Dr. Eduardo J. Padrón
An American by choice, Dr. Eduardo Padrón arrived in the United States as a teenage refugee in 1961. Since 1995, he has served as President of Miami Dade College (MDC), the largest degree granting institution of higher education in America. He is credited with elevating MDC into a position of national prominence among the best and most recognized U.S. colleges and universities. An economist by training, Eduardo earned his Ph.D. from the University of Florida. In 2018, he was elected a Fellow of the American Academy of Arts & Sciences, one of America’s oldest and most prestigious organizations. In 2016, President Barack Obama awarded him the Presidential Medal of Freedom, the highest civilian honor in the U.S., for being a prominent national voice for access and inclusion in higher education. In 2009, TIME magazine included him on the list of “The 10 Best College Presidents.” In 2010, Florida Trend magazine placed him on the cover of its inaugural “Floridian of the Year” issue. In 2011, The Washington Post named him one of the eight most influential college presidents in the U.S. Also in 2011, he was awarded the prestigious 2011 Carnegie Corporation Centennial Academic Leadership Award. In 2012, he received the Citizen Service Award from Voices for National Service, the coveted TIAA Hesburgh Award for Leadership Excellence, and the Aspen Institute Ascend Fellowship. In 2015, he was inducted into the U.S. News & World Report STEM Hall of Fame. Eduardo’s energetic leadership extends to many of the nation’s leading organizations. He is the past chair of the board of directors of the American Council on Education (ACE) and is a past chair of the board of the Association of American Colleges and Universities (AAC&U) and former chair of the Business Higher Education Forum (BHEF). During his career, he has been selected to serve on posts of national prominence by five American presidents.
Internationally, Eduardo’s accomplishments have been recognized by numerous nations and organizations including the Republic of France, which named him Commandeur in the Ordre des Palmes Académiques; the Republic of Argentina, which awarded him the Order of San Martin; Spain’s King Juan Carlos II, who bestowed upon him the Order of Queen Isabella; Spain’s Prince and Princess of Asturias, Felipe and Letizia, who presented him with the Juan Ponce de Leon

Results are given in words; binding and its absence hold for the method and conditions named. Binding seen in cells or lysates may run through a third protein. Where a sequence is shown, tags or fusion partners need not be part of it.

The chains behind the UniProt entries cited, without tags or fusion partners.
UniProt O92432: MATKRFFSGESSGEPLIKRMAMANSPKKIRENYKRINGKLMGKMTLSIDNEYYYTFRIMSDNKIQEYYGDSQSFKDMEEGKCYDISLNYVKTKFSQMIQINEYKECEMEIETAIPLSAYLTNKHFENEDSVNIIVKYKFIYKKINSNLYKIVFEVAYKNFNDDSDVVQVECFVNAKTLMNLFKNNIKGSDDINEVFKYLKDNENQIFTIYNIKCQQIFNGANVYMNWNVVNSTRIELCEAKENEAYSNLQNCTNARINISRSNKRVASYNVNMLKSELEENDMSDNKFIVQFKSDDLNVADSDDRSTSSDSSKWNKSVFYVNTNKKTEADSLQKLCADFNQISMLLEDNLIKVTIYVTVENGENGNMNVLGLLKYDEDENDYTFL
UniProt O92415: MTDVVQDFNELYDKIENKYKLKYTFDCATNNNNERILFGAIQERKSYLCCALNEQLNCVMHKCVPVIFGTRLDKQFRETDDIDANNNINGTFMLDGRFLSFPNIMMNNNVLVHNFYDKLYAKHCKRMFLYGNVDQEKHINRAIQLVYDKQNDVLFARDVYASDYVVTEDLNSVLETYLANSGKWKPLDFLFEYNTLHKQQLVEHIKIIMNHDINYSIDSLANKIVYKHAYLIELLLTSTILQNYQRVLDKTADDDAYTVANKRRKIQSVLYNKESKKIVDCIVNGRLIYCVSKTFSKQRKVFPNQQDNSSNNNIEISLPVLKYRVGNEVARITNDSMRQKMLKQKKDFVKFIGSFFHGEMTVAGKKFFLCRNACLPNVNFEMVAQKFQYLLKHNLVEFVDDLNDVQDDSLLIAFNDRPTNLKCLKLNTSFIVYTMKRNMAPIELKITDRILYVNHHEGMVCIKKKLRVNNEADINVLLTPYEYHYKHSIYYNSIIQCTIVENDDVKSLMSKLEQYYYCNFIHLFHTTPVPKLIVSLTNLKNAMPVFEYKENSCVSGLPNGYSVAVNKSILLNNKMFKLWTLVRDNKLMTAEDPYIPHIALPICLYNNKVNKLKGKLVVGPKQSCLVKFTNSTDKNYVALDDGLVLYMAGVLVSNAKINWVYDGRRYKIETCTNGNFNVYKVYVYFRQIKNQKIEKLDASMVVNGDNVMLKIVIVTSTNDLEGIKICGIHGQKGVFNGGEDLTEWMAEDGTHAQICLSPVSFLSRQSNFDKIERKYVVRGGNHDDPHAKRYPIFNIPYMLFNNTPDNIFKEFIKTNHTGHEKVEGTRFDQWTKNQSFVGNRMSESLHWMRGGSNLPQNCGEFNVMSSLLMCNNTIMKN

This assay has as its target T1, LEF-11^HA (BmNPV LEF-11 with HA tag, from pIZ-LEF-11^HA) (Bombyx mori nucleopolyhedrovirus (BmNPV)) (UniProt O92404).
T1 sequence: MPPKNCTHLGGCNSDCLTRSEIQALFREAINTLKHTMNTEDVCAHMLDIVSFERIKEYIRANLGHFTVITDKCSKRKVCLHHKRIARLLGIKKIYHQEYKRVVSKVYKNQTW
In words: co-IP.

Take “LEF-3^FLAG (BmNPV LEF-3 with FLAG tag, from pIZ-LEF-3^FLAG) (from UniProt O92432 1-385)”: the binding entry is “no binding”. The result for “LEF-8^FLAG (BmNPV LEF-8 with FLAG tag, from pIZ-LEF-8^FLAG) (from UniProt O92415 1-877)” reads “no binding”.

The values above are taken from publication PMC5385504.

500th Anniversary award; Morocco’s King Mohammed VI, who appointed him Honorary Consul in Florida of the Kingdom of Morocco in 2016, and the Amicus Poloniae from the Republic of Poland.
Eduardo’s pace‐setting work at Miami Dade College has been hailed as a model of innovation in higher education. He is credited with engineering a culture of success that has produced impressive results in student access, retention, graduation, and overall achievement. MDC enrolls and graduates more minorities than any other institution in the United States, including the largest numbers of Hispanics and African‐Americans. Under Eduardo’s leadership, Miami Dade College has received national recognition for its longstanding involvement with its urban community, its catalytic effect for social and economic change, and the marked difference the College has made in student access and success through pace‐setting initiatives.
He currently serves on the boards of the Council on Foreign Relations, the Urban Institute and the Spencer Foundation; RC 2020; the International Association of University Presidents; and Achieving the Dream. In past years he has held leadership positions on the boards of the Federal Reserve Board of Atlanta, Miami Branch (past Chair); the Carnegie Foundation for the Advancement of Teaching; Hispanic Association of Colleges & Universities (Chair); the Kennedy Center for the Performing Arts; the White House Commission on Educational Excellence; Campus Compact; Congressional Hispanic Caucus Institute; The College Board; and the White House/Congressional Commission of the National Museum of the American Latino.
He is the recipient of numerous honorary doctorates and prestigious awards.